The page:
trojans2With Acts III-V, it is easy to see what Berlioz was going for, as well as why he missed it. The chorus declares that Dido deserves to be praised because of her beauty, grace, spirit, gods’ favor, and she maintains the love of her people, in that order. What we see is a woman dressed like Margaret Thatcher who shifts uneasily on her feet, keeps her arms within a narrow rectangle except to occasionally throw them in rehearsed, rhetorical sweeps, thanks her people for their labor by promising more hard work, and then distributes ribbons to fishermen, craftsmen, and wheelbarrow pushers like she’s hosting the May Day parade in communist Albania. Her courtiers all wear Nehru jackets or Mao suits. The idea here is that she’s a hard worker who felt unfulfilled without a husband, and her sister, Anna (Okka Von der Damerau), insists the people wanted a male leader anyway, possibly as a ploy to set Dido up romantically. Dido ends Act III standing behind and to the right of Aeneas’s son while Aeneas brandishes a gun centerstage.

Again, the music saves it. Berlioz’s score is more fluid than the blaring battle declarations Verdi used to accompany vows of revenge, but the introspective tone is surprisingly conducive to Berlioz’s strength at writing monologs. Act V begins with the Trojan soldier Hylas (Jonathan Johnson) longingly singing the beautiful “Vallon sonore,” which I single out because it is so frequently sampled in other media, and rightfully so. Brandon Jovanovich enjoys an extended moment of glory late in the opera as Aeneas contemplates the ramifications of his decision to leave Dido. That he is still so passionate, technically astute in his singing, and effective in his acting after already performing for several hours is a wonder of the modern stage, and Susan Graham, as Dido in the opera’s final scenes, is absolutely his equal (she’s played the role three times before). Even the script/staging’s final absurdity of dozens of people assisting Dido in her suicide and then crying out in shock when she actually goes through with it can’t negate what Graham accomplishes when she is finally free to perform at full power.trojans5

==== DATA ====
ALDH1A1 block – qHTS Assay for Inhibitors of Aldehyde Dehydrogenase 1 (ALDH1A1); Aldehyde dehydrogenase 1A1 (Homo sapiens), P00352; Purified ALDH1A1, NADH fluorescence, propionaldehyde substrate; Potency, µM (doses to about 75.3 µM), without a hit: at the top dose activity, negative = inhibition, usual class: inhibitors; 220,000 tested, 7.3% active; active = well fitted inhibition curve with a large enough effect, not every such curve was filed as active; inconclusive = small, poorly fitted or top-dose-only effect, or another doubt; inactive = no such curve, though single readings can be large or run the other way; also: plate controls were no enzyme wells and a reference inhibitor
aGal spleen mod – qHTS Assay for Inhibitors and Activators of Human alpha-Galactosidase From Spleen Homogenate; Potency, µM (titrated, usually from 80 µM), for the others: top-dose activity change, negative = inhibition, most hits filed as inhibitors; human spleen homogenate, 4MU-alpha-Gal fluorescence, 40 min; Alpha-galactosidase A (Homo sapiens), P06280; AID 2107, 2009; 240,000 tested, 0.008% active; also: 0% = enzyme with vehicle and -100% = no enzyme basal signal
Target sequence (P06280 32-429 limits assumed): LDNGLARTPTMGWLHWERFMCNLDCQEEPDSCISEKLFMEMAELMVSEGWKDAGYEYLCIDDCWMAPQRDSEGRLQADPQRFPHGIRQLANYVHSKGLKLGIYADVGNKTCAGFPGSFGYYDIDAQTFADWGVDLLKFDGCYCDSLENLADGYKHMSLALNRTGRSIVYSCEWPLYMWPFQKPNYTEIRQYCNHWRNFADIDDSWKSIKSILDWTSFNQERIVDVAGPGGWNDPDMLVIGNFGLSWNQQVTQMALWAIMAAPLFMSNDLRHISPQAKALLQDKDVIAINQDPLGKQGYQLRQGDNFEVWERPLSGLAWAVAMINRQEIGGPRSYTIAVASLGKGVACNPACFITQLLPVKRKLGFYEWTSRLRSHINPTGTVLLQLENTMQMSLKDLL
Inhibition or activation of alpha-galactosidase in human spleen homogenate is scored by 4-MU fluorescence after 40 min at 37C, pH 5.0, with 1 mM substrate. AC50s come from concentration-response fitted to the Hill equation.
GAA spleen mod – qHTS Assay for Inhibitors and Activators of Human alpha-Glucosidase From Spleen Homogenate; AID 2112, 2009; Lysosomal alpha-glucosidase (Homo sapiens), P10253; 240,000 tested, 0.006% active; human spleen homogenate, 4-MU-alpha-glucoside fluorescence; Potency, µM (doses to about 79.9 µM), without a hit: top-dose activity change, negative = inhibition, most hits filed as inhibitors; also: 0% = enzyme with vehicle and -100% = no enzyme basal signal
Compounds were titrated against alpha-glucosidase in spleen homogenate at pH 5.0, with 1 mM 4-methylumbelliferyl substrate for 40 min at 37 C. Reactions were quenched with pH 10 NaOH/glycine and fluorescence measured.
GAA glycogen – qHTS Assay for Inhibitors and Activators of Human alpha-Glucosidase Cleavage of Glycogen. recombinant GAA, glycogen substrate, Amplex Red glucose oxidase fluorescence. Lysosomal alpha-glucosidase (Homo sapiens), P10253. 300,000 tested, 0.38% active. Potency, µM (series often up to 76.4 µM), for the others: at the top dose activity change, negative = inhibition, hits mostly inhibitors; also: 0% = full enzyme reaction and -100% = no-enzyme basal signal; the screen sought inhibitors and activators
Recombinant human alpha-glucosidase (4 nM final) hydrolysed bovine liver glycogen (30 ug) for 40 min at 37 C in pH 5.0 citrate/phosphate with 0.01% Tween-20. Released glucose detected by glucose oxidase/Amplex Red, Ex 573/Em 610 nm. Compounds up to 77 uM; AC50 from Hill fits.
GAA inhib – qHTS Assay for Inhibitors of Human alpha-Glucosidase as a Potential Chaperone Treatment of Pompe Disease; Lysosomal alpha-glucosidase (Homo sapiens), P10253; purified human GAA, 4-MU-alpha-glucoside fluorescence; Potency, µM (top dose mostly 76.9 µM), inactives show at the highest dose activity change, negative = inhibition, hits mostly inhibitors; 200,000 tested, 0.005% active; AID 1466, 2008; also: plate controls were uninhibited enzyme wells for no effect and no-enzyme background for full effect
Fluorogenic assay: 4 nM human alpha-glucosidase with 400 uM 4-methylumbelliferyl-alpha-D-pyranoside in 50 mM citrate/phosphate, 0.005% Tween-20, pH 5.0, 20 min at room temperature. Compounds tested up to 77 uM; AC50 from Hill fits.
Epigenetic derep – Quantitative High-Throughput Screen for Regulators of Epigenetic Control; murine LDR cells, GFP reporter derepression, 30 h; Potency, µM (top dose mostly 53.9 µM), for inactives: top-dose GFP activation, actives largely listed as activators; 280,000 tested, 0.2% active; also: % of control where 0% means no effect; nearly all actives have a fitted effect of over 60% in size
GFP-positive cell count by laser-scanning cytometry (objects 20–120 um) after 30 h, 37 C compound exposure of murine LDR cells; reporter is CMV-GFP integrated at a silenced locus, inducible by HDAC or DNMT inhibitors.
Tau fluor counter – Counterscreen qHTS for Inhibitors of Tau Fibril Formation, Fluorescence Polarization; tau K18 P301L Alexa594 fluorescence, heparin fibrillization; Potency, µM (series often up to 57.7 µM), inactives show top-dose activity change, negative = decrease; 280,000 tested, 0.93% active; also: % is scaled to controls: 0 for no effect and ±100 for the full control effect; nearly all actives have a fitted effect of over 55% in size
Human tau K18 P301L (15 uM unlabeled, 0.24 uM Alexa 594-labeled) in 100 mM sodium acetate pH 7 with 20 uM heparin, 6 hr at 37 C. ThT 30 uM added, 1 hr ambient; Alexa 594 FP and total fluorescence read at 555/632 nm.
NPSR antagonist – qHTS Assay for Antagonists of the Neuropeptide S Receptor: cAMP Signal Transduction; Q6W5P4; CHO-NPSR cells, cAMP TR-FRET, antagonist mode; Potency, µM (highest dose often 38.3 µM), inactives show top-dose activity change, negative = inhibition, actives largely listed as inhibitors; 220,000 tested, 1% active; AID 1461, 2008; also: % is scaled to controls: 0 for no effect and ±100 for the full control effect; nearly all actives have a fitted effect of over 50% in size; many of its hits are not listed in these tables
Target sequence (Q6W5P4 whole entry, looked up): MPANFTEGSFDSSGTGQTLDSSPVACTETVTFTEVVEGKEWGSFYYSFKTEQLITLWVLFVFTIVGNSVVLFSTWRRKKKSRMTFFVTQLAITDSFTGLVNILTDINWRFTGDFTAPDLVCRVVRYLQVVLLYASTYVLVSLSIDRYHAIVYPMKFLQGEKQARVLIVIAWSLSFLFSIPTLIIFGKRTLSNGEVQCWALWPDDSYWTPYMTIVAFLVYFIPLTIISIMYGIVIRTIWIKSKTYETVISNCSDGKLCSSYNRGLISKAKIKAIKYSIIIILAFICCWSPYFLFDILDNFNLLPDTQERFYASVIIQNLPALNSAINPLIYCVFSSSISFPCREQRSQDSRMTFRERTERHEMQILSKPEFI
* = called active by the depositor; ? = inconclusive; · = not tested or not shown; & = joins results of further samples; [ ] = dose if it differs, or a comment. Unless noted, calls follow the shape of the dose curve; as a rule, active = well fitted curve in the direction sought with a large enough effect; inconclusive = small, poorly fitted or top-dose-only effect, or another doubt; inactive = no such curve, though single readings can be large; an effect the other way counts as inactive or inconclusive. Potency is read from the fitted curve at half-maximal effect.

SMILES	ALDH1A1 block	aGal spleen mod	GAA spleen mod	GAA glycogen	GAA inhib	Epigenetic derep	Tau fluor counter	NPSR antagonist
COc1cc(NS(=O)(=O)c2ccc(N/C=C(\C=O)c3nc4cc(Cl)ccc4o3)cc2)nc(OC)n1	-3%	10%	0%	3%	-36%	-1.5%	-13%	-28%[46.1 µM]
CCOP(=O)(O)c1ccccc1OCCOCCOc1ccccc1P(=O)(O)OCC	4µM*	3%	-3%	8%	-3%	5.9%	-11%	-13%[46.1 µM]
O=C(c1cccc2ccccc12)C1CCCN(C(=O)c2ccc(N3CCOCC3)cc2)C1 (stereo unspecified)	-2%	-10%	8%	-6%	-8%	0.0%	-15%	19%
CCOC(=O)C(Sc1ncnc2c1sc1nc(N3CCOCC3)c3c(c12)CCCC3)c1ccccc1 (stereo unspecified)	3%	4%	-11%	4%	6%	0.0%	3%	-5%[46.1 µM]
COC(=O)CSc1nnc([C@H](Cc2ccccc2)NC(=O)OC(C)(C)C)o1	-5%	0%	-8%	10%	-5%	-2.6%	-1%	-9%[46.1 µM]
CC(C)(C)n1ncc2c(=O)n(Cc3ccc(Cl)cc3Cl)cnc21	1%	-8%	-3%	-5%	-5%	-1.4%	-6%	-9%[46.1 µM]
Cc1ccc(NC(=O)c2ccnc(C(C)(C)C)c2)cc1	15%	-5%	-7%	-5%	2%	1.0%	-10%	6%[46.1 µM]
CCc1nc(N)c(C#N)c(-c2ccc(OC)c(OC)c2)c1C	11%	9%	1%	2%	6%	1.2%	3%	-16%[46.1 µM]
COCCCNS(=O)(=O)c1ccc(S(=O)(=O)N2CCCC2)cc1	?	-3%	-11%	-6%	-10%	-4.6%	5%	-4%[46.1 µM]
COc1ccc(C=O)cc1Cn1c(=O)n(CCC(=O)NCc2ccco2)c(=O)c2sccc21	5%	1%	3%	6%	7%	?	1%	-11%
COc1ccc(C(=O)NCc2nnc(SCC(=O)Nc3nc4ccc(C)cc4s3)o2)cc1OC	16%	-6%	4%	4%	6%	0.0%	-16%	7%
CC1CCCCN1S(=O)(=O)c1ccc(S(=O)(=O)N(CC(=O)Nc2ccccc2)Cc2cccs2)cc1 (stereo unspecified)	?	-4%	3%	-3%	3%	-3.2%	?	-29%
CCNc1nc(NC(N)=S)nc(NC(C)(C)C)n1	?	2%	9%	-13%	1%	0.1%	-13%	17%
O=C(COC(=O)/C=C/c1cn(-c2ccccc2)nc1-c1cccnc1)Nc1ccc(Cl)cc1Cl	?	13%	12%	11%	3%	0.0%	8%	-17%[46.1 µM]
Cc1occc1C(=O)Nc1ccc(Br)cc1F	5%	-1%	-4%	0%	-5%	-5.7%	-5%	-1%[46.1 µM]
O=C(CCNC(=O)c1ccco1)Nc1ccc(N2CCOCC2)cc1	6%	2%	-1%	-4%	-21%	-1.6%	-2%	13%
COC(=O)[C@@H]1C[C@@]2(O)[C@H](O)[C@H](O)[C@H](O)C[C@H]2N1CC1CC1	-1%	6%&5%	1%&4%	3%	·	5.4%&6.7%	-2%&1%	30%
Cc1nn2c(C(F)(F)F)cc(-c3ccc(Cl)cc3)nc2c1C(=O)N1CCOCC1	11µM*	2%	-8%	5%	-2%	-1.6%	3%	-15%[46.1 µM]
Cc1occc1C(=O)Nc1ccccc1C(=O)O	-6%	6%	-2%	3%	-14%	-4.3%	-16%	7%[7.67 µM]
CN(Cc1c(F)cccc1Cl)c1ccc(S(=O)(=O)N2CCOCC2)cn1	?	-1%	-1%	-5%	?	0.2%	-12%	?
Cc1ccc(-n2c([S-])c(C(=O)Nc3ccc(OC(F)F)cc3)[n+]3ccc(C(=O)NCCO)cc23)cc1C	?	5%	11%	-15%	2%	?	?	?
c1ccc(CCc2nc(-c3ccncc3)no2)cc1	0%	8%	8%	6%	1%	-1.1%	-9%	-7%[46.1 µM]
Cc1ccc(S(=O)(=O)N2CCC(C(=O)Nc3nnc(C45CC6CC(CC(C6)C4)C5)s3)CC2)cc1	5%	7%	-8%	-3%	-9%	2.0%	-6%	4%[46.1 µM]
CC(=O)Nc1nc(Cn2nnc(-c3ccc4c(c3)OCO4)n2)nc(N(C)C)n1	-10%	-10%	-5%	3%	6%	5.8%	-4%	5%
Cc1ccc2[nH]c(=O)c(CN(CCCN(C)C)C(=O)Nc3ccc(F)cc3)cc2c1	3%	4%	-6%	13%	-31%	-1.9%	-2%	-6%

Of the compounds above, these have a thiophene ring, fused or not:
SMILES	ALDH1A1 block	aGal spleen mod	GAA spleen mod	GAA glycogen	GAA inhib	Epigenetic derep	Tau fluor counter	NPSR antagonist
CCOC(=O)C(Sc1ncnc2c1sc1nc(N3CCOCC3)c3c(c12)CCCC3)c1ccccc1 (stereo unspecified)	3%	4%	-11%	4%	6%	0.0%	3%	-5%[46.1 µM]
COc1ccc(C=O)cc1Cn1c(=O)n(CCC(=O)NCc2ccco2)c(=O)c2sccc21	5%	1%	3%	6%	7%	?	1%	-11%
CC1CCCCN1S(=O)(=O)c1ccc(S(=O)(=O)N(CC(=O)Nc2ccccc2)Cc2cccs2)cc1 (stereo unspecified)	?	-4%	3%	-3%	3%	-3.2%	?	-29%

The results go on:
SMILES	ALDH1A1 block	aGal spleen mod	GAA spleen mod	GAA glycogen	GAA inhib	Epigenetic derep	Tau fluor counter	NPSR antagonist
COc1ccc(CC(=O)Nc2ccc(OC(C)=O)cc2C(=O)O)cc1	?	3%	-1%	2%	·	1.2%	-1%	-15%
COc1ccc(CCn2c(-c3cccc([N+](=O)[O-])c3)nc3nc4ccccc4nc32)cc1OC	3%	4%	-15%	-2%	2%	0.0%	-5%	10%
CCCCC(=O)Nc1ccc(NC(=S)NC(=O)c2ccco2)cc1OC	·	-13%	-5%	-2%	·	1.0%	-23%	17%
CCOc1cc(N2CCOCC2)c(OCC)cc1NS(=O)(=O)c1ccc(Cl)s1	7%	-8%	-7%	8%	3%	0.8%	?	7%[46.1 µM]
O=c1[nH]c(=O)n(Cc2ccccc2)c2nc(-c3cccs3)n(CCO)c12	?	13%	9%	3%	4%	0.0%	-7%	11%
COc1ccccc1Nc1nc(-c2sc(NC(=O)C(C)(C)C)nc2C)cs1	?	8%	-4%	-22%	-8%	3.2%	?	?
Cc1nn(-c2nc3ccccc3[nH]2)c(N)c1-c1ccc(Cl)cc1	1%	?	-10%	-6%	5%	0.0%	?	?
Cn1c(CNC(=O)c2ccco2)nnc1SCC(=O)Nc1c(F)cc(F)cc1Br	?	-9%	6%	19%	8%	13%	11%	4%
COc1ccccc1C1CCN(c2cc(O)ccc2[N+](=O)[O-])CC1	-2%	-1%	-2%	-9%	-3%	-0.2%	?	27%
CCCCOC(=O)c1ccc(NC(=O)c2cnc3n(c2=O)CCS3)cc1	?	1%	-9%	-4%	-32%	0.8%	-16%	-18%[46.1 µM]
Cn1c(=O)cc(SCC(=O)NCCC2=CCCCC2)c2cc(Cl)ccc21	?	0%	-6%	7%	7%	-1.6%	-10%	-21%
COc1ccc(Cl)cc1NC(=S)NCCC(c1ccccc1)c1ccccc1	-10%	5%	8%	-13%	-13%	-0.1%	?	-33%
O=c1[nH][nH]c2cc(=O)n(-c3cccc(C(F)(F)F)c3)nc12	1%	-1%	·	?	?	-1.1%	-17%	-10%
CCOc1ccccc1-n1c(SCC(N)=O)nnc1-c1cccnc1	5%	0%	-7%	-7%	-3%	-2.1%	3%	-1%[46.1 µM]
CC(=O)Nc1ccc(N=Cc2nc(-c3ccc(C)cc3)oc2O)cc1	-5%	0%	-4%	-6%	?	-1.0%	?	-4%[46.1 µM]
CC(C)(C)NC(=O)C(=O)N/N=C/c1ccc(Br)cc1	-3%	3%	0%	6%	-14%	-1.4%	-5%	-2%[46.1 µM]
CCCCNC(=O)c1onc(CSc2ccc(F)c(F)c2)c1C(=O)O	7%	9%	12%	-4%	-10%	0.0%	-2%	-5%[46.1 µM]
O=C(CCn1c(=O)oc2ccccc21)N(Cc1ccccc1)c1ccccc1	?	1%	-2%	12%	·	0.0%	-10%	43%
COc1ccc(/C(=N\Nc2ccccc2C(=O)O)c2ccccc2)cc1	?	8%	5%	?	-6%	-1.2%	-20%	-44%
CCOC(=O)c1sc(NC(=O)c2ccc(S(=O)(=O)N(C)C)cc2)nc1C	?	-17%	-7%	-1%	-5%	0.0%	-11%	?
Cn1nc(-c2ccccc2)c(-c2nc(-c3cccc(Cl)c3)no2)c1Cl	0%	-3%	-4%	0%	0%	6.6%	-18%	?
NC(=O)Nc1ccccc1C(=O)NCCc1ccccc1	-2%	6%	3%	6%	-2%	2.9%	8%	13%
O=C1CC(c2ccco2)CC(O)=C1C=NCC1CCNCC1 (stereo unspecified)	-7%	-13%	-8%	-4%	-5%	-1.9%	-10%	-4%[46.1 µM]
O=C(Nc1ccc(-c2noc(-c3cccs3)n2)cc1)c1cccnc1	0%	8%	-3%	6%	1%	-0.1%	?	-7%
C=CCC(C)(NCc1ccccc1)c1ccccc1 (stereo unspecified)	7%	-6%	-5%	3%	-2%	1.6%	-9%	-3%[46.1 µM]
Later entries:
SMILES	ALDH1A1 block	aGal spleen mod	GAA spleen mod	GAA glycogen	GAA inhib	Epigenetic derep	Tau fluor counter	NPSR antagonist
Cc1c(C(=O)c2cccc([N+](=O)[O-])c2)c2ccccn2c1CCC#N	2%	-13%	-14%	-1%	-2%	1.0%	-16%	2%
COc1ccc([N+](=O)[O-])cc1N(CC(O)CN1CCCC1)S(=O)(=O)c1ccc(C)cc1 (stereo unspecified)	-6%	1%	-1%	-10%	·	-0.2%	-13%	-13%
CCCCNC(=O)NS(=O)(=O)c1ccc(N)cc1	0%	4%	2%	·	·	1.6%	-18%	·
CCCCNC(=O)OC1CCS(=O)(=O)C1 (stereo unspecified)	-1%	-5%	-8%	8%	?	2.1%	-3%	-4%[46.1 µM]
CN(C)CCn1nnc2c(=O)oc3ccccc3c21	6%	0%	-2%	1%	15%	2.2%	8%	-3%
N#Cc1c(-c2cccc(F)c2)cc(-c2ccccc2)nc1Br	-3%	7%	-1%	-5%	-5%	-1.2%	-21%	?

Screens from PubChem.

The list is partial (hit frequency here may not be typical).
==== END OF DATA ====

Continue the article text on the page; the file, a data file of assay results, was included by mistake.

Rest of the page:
So Les Troyens is a deeply flawed jewel, but still a magnificent one. Michael Black, as always, comes through in a tremendously difficult challenge for a chorus master, and the Lyric’s chorus, like the sixteen leads credited in the program, are accomplished as singers and actors. Designers Tobias Hoheisel with set and costumes, David Finn with lights, the Illuminos collaboration with projections, and Sarah Hatten with wigs and makeup, craft a world driven by Berlioz’s music which can be large enough for dozens of people, yet always feels like the interior of someone’s mind. Perhaps Les Troyens would be performed more frequently, as it was prior to the score’s reconstruction, if conductors were more willing to take liberties with Berlioz. However, the dramatic flaws are arguably inevitable given the kind of music Berlioz wanted to use for this story, and there’s no arguing with the perceptive, inward-looking music. It is right that Les Troyens demands that its audience make a substantial investment in it. Were it disposable entertainment, audience members would find it irritating, but left with no choice but to look for the good, they are likely to find a treasure trove.

trojans7“Les Troyens” will continue at the Civic Opera House, 20 N. Wacker Drive, thru December 3, with performances as follows:

Thursday, November 17:              1:00 pm

Monday, November 21:                                5:30 pm

Saturday, November 26:               5:30 pm

Saturday, December 3                   1:00 pm

Tickets are $149-349; to order, call 312-332-2244 or visit To see what others are saying, visit, go to Review Round-Up and click at “Les Troyens”.